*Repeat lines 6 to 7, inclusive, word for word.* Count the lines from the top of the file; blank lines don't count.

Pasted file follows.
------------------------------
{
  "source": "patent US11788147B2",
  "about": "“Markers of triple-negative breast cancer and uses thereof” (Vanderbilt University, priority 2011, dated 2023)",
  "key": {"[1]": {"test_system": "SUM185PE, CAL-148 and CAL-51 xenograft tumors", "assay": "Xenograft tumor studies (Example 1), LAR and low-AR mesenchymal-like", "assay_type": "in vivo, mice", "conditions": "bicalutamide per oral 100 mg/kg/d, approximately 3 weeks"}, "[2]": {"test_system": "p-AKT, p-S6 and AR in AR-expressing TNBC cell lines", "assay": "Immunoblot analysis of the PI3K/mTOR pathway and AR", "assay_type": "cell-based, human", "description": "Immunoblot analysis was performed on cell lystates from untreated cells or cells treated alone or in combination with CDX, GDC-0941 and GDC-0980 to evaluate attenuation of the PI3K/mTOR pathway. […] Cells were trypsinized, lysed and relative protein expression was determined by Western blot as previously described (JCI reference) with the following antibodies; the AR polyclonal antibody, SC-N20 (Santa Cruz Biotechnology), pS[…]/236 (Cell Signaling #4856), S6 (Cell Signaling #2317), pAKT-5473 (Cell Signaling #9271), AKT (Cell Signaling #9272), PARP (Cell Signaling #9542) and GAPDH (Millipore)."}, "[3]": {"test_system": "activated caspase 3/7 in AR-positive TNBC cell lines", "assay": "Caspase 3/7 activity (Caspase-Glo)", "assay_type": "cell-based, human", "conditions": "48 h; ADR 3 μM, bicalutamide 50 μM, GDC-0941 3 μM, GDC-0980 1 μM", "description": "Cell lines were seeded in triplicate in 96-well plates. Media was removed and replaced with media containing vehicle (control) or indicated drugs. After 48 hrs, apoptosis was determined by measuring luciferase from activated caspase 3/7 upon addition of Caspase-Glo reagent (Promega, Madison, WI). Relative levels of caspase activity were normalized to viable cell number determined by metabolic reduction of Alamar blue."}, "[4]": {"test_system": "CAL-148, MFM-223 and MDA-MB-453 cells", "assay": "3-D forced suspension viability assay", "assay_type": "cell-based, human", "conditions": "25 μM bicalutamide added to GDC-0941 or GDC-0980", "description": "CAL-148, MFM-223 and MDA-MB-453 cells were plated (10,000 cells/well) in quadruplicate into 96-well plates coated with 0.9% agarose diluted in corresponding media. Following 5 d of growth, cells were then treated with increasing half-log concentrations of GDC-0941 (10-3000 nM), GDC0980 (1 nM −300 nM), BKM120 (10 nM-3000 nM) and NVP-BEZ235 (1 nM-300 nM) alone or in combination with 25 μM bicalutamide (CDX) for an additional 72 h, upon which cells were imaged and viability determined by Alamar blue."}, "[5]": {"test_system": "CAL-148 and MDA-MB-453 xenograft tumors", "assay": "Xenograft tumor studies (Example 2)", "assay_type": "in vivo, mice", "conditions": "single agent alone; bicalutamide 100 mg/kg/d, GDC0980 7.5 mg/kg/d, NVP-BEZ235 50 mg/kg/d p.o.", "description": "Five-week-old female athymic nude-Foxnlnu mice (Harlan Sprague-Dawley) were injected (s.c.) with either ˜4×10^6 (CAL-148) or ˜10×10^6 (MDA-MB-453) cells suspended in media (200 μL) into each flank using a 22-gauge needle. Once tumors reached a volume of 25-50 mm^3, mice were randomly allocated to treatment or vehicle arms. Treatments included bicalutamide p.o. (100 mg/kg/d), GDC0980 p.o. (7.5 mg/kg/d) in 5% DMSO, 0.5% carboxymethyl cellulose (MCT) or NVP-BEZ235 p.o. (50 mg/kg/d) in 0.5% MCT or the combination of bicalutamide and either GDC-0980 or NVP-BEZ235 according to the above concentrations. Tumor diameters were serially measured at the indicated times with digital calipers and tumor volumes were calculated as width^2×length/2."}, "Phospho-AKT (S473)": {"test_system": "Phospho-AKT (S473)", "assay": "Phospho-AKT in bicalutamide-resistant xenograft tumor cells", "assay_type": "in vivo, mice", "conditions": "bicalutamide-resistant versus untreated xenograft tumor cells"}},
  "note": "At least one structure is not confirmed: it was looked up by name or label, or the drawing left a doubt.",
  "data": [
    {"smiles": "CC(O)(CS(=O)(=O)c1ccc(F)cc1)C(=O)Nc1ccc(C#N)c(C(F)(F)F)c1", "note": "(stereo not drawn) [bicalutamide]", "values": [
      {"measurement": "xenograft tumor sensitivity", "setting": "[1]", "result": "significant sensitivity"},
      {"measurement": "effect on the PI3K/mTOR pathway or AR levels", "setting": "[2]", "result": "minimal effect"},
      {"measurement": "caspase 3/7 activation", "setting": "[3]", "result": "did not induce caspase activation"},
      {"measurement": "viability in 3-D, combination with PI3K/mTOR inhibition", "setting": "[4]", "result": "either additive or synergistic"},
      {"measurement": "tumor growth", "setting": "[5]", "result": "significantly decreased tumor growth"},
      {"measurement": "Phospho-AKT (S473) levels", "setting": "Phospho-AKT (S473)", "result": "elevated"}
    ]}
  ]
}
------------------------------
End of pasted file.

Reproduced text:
  "data": [
    {"smiles": "CC(O)(CS(=O)(=O)c1ccc(F)cc1)C(=O)Nc1ccc(C#N)c(C(F)(F)F)c1", "note": "(stereo not drawn) [bicalutamide]", "values": [